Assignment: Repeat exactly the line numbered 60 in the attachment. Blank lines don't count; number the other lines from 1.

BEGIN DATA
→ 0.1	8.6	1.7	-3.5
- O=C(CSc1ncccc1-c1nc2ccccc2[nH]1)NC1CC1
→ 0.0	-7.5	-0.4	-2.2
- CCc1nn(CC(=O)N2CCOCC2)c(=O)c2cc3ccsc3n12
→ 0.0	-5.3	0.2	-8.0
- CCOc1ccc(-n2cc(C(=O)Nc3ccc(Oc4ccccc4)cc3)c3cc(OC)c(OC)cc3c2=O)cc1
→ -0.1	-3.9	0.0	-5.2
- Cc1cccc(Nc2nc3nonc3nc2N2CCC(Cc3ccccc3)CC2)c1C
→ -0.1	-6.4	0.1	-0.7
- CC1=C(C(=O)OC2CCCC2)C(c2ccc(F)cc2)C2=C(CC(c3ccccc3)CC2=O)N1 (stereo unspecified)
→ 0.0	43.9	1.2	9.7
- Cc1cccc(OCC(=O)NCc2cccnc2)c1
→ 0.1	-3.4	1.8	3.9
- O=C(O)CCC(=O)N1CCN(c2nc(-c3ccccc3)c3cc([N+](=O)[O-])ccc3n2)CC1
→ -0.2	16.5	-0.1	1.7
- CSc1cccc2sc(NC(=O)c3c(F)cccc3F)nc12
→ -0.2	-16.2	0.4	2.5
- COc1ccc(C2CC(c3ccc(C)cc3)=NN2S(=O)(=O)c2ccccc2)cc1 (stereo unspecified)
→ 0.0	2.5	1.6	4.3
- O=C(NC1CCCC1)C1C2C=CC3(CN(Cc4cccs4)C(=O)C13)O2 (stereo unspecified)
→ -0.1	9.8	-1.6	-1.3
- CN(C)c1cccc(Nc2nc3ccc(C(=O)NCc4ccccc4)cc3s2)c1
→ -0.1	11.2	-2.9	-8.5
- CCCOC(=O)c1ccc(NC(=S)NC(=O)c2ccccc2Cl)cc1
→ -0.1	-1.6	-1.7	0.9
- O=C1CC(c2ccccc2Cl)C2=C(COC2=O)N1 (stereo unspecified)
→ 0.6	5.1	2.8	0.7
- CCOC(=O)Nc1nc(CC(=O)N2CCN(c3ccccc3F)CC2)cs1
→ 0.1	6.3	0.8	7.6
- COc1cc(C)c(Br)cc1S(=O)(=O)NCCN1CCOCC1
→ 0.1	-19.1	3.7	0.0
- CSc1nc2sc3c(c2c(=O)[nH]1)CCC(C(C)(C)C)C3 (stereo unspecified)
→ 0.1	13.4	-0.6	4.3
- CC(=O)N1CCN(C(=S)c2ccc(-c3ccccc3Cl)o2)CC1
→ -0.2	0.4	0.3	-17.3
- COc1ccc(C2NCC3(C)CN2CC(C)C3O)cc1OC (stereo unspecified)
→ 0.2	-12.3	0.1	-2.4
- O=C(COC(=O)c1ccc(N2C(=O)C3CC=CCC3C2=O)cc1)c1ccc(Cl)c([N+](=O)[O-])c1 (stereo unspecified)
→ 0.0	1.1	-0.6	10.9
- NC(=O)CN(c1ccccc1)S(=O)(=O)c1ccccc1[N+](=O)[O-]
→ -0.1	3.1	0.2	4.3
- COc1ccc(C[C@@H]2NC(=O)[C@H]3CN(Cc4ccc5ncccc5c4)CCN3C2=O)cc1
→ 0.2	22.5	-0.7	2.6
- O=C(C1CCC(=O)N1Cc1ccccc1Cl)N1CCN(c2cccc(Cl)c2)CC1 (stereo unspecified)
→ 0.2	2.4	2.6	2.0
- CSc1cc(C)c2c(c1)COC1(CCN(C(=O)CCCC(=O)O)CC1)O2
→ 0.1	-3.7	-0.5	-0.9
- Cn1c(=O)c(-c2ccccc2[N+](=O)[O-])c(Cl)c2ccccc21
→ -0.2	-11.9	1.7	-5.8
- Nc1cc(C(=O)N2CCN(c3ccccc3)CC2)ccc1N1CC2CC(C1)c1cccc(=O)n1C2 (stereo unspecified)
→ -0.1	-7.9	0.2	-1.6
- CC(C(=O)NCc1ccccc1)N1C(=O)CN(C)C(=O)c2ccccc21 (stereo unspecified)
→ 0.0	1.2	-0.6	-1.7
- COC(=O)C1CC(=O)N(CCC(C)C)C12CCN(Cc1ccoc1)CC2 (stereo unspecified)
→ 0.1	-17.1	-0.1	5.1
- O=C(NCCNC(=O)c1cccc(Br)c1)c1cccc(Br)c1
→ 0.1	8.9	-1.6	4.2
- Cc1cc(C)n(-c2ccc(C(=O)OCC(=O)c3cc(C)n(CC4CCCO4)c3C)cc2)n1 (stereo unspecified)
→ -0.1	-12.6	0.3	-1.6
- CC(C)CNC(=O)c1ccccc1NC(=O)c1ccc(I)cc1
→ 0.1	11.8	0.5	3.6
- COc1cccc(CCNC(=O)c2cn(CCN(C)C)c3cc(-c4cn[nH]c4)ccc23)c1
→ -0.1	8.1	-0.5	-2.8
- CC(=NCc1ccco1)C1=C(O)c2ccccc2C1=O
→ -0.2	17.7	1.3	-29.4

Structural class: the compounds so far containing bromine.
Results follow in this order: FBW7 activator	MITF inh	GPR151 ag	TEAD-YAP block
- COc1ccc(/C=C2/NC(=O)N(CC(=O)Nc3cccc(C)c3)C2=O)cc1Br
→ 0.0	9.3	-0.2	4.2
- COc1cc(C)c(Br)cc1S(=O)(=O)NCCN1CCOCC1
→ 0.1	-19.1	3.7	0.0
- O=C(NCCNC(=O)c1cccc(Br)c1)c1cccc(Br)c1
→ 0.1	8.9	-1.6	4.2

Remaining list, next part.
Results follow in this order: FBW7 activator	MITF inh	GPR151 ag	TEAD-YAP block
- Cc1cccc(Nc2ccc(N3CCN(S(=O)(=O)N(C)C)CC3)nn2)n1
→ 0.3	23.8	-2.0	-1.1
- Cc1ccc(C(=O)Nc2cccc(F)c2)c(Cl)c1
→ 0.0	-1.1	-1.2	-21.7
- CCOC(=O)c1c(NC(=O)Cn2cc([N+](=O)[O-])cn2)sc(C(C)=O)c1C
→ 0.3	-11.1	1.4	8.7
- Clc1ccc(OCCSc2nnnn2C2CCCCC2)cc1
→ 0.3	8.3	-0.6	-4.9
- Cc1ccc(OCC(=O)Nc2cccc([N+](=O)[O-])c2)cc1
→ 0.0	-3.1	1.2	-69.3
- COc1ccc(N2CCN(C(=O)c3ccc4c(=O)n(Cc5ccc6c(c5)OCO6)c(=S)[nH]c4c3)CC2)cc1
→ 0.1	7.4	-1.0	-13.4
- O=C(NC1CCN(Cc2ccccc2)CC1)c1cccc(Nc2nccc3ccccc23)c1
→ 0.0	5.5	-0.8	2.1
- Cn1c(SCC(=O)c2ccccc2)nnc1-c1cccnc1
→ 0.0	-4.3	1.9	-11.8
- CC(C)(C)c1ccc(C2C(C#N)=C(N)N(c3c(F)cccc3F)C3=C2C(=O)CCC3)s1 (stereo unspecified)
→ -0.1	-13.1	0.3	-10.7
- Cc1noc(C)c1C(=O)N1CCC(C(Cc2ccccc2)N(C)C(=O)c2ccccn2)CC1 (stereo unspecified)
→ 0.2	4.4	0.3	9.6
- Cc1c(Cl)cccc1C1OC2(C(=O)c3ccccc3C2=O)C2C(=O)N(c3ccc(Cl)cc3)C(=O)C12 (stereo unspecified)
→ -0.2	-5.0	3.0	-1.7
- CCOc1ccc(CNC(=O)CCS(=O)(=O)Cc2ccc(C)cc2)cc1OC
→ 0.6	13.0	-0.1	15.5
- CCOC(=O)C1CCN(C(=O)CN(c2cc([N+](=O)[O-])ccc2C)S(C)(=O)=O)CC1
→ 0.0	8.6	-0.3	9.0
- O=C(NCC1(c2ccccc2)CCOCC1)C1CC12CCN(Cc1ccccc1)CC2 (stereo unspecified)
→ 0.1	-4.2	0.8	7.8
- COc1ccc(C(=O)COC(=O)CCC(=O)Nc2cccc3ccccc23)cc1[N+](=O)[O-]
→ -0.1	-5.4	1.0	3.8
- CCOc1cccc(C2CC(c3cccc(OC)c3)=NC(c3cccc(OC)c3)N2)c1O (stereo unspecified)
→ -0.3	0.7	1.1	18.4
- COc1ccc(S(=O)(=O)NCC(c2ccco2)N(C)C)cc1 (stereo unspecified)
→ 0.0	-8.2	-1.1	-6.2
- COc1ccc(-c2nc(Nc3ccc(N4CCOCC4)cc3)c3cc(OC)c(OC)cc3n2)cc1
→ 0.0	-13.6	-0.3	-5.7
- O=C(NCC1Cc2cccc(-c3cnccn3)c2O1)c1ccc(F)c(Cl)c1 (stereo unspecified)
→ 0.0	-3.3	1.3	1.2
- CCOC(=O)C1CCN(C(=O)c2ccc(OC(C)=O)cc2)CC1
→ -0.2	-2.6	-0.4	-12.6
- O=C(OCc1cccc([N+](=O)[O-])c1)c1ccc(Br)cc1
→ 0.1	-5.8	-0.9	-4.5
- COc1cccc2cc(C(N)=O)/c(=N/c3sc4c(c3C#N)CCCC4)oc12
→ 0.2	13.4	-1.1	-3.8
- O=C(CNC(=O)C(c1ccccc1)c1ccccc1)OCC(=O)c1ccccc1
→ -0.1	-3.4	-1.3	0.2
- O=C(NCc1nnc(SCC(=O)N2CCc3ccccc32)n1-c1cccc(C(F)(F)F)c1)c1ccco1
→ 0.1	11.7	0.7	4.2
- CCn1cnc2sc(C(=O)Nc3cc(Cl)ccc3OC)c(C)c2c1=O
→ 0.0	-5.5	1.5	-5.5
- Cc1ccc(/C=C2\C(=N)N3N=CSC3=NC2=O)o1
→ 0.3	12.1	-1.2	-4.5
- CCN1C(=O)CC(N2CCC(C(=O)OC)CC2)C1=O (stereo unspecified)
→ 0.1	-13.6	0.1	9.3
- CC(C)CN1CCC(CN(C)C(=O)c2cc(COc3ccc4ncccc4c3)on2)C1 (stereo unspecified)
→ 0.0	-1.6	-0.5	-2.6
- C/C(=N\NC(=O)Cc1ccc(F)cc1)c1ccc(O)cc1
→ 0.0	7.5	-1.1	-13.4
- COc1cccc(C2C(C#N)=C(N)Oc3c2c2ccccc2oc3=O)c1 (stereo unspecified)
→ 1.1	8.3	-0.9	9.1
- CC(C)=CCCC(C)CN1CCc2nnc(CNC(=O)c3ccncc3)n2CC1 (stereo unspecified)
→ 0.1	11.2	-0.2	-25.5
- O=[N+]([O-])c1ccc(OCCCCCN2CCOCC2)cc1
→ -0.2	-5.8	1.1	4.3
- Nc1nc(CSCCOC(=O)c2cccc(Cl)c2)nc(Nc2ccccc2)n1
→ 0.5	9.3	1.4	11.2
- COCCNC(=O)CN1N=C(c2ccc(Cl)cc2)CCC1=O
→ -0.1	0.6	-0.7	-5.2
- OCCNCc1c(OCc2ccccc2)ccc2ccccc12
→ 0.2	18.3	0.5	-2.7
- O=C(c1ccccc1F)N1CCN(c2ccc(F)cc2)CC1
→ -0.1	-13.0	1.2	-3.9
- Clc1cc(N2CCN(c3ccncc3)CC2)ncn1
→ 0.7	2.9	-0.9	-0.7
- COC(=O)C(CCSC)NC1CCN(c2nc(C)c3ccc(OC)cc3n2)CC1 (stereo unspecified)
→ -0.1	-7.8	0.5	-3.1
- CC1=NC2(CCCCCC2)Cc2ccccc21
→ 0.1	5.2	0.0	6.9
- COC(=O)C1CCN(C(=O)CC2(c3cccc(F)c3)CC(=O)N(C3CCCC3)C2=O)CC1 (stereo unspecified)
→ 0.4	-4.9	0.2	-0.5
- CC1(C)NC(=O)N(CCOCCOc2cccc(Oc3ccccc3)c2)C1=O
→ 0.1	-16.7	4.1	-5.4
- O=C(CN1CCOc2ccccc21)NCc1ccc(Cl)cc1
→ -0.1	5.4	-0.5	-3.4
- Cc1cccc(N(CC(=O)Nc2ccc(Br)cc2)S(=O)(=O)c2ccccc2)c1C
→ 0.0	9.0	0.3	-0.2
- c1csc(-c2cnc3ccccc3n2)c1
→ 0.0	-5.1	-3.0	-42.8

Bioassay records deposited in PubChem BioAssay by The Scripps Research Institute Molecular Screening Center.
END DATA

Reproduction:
- CC(C)CNC(=O)c1ccccc1NC(=O)c1ccc(I)cc1